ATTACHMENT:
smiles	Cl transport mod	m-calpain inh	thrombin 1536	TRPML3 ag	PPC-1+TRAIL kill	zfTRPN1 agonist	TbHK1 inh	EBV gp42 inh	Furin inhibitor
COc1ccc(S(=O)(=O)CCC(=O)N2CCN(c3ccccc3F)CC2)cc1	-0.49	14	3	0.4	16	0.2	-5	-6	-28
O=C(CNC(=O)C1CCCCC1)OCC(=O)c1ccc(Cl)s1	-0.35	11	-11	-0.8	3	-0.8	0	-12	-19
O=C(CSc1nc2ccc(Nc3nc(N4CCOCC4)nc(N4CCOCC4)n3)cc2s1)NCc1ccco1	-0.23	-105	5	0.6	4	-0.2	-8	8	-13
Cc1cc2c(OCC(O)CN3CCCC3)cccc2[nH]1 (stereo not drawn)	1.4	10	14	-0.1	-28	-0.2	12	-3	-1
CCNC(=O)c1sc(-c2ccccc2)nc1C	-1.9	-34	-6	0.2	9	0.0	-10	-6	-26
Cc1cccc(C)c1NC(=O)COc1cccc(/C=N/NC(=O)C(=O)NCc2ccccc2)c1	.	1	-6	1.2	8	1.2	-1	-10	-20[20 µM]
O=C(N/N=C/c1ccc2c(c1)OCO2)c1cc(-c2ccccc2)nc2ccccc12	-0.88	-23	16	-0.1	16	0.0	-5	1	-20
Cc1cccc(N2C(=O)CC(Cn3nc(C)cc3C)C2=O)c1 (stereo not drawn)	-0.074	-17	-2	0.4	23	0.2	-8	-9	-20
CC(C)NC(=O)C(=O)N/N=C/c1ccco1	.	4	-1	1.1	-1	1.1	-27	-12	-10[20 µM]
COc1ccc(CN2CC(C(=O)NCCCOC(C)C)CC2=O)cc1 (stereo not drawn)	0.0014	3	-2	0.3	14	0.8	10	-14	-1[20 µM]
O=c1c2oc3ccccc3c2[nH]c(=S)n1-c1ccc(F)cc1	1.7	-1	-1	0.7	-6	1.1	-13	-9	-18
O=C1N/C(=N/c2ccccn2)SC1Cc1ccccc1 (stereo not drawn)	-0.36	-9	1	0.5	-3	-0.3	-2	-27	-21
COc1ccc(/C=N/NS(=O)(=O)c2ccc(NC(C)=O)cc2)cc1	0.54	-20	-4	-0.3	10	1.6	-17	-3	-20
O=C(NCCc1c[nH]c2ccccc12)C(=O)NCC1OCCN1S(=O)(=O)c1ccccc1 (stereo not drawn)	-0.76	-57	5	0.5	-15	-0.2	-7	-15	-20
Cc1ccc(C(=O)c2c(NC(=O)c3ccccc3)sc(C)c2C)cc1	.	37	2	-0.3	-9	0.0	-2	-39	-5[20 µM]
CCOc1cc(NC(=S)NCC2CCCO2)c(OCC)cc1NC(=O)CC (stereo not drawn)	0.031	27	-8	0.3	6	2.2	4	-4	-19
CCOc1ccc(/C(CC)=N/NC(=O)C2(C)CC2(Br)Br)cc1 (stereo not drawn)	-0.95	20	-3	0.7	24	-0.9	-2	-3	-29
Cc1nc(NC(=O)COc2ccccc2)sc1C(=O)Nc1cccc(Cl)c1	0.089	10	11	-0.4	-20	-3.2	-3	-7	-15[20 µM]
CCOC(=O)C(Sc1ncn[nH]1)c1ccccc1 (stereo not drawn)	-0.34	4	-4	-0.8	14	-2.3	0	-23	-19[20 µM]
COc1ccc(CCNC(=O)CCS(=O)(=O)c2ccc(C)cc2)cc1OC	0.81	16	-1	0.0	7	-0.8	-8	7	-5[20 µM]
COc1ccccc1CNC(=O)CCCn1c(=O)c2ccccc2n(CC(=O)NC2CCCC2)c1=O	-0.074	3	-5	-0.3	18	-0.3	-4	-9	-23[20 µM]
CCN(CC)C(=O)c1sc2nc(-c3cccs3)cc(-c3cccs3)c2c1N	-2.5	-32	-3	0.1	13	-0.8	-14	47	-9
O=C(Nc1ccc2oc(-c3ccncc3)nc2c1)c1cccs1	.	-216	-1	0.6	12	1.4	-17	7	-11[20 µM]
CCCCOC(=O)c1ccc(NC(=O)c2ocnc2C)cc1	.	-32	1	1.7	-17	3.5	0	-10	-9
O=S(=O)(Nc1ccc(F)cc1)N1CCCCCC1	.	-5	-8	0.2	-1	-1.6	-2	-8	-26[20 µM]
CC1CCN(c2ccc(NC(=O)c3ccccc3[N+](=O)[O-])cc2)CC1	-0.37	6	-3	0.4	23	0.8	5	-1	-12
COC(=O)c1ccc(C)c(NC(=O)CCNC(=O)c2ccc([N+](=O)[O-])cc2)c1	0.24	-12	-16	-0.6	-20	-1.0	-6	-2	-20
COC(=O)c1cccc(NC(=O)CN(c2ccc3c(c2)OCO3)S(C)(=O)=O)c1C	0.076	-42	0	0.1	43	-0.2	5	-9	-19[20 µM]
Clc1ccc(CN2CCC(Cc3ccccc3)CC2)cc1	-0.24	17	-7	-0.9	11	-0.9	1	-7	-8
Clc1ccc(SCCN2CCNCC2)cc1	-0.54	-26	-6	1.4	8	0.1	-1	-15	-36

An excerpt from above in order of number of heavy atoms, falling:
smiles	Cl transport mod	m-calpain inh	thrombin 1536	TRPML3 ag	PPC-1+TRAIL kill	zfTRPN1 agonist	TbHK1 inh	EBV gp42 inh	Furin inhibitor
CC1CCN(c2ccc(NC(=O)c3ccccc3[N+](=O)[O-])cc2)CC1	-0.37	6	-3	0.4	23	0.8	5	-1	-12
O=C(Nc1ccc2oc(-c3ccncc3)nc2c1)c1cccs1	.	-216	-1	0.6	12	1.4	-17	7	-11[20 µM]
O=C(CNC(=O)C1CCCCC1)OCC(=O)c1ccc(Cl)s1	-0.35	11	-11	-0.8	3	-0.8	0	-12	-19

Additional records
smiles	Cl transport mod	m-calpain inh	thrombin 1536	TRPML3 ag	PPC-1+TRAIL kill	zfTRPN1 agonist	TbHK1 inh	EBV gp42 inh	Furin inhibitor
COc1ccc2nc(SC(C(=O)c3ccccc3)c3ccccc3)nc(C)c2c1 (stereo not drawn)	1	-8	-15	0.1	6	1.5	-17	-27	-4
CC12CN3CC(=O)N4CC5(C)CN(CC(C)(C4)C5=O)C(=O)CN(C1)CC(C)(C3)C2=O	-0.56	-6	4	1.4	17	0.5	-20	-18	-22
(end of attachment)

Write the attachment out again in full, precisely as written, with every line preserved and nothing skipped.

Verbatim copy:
smiles	Cl transport mod	m-calpain inh	thrombin 1536	TRPML3 ag	PPC-1+TRAIL kill	zfTRPN1 agonist	TbHK1 inh	EBV gp42 inh	Furin inhibitor
COc1ccc(S(=O)(=O)CCC(=O)N2CCN(c3ccccc3F)CC2)cc1	-0.49	14	3	0.4	16	0.2	-5	-6	-28
O=C(CNC(=O)C1CCCCC1)OCC(=O)c1ccc(Cl)s1	-0.35	11	-11	-0.8	3	-0.8	0	-12	-19
O=C(CSc1nc2ccc(Nc3nc(N4CCOCC4)nc(N4CCOCC4)n3)cc2s1)NCc1ccco1	-0.23	-105	5	0.6	4	-0.2	-8	8	-13
Cc1cc2c(OCC(O)CN3CCCC3)cccc2[nH]1 (stereo not drawn)	1.4	10	14	-0.1	-28	-0.2	12	-3	-1
CCNC(=O)c1sc(-c2ccccc2)nc1C	-1.9	-34	-6	0.2	9	0.0	-10	-6	-26
Cc1cccc(C)c1NC(=O)COc1cccc(/C=N/NC(=O)C(=O)NCc2ccccc2)c1	.	1	-6	1.2	8	1.2	-1	-10	-20[20 µM]
O=C(N/N=C/c1ccc2c(c1)OCO2)c1cc(-c2ccccc2)nc2ccccc12	-0.88	-23	16	-0.1	16	0.0	-5	1	-20
Cc1cccc(N2C(=O)CC(Cn3nc(C)cc3C)C2=O)c1 (stereo not drawn)	-0.074	-17	-2	0.4	23	0.2	-8	-9	-20
CC(C)NC(=O)C(=O)N/N=C/c1ccco1	.	4	-1	1.1	-1	1.1	-27	-12	-10[20 µM]
COc1ccc(CN2CC(C(=O)NCCCOC(C)C)CC2=O)cc1 (stereo not drawn)	0.0014	3	-2	0.3	14	0.8	10	-14	-1[20 µM]
O=c1c2oc3ccccc3c2[nH]c(=S)n1-c1ccc(F)cc1	1.7	-1	-1	0.7	-6	1.1	-13	-9	-18
O=C1N/C(=N/c2ccccn2)SC1Cc1ccccc1 (stereo not drawn)	-0.36	-9	1	0.5	-3	-0.3	-2	-27	-21
COc1ccc(/C=N/NS(=O)(=O)c2ccc(NC(C)=O)cc2)cc1	0.54	-20	-4	-0.3	10	1.6	-17	-3	-20
O=C(NCCc1c[nH]c2ccccc12)C(=O)NCC1OCCN1S(=O)(=O)c1ccccc1 (stereo not drawn)	-0.76	-57	5	0.5	-15	-0.2	-7	-15	-20
Cc1ccc(C(=O)c2c(NC(=O)c3ccccc3)sc(C)c2C)cc1	.	37	2	-0.3	-9	0.0	-2	-39	-5[20 µM]
CCOc1cc(NC(=S)NCC2CCCO2)c(OCC)cc1NC(=O)CC (stereo not drawn)	0.031	27	-8	0.3	6	2.2	4	-4	-19
CCOc1ccc(/C(CC)=N/NC(=O)C2(C)CC2(Br)Br)cc1 (stereo not drawn)	-0.95	20	-3	0.7	24	-0.9	-2	-3	-29
Cc1nc(NC(=O)COc2ccccc2)sc1C(=O)Nc1cccc(Cl)c1	0.089	10	11	-0.4	-20	-3.2	-3	-7	-15[20 µM]
CCOC(=O)C(Sc1ncn[nH]1)c1ccccc1 (stereo not drawn)	-0.34	4	-4	-0.8	14	-2.3	0	-23	-19[20 µM]
COc1ccc(CCNC(=O)CCS(=O)(=O)c2ccc(C)cc2)cc1OC	0.81	16	-1	0.0	7	-0.8	-8	7	-5[20 µM]
COc1ccccc1CNC(=O)CCCn1c(=O)c2ccccc2n(CC(=O)NC2CCCC2)c1=O	-0.074	3	-5	-0.3	18	-0.3	-4	-9	-23[20 µM]
CCN(CC)C(=O)c1sc2nc(-c3cccs3)cc(-c3cccs3)c2c1N	-2.5	-32	-3	0.1	13	-0.8	-14	47	-9
O=C(Nc1ccc2oc(-c3ccncc3)nc2c1)c1cccs1	.	-216	-1	0.6	12	1.4	-17	7	-11[20 µM]
CCCCOC(=O)c1ccc(NC(=O)c2ocnc2C)cc1	.	-32	1	1.7	-17	3.5	0	-10	-9
O=S(=O)(Nc1ccc(F)cc1)N1CCCCCC1	.	-5	-8	0.2	-1	-1.6	-2	-8	-26[20 µM]
CC1CCN(c2ccc(NC(=O)c3ccccc3[N+](=O)[O-])cc2)CC1	-0.37	6	-3	0.4	23	0.8	5	-1	-12
COC(=O)c1ccc(C)c(NC(=O)CCNC(=O)c2ccc([N+](=O)[O-])cc2)c1	0.24	-12	-16	-0.6	-20	-1.0	-6	-2	-20
COC(=O)c1cccc(NC(=O)CN(c2ccc3c(c2)OCO3)S(C)(=O)=O)c1C	0.076	-42	0	0.1	43	-0.2	5	-9	-19[20 µM]
Clc1ccc(CN2CCC(Cc3ccccc3)CC2)cc1	-0.24	17	-7	-0.9	11	-0.9	1	-7	-8
Clc1ccc(SCCN2CCNCC2)cc1	-0.54	-26	-6	1.4	8	0.1	-1	-15	-36

An excerpt from above in order of number of heavy atoms, falling:
smiles	Cl transport mod	m-calpain inh	thrombin 1536	TRPML3 ag	PPC-1+TRAIL kill	zfTRPN1 agonist	TbHK1 inh	EBV gp42 inh	Furin inhibitor
CC1CCN(c2ccc(NC(=O)c3ccccc3[N+](=O)[O-])cc2)CC1	-0.37	6	-3	0.4	23	0.8	5	-1	-12
O=C(Nc1ccc2oc(-c3ccncc3)nc2c1)c1cccs1	.	-216	-1	0.6	12	1.4	-17	7	-11[20 µM]
O=C(CNC(=O)C1CCCCC1)OCC(=O)c1ccc(Cl)s1	-0.35	11	-11	-0.8	3	-0.8	0	-12	-19

Additional records
smiles	Cl transport mod	m-calpain inh	thrombin 1536	TRPML3 ag	PPC-1+TRAIL kill	zfTRPN1 agonist	TbHK1 inh	EBV gp42 inh	Furin inhibitor
COc1ccc2nc(SC(C(=O)c3ccccc3)c3ccccc3)nc(C)c2c1 (stereo not drawn)	1	-8	-15	0.1	6	1.5	-17	-27	-4
CC12CN3CC(=O)N4CC5(C)CN(CC(C)(C4)C5=O)C(=O)CN(C1)CC(C)(C3)C2=O	-0.56	-6	4	1.4	17	0.5	-20	-18	-22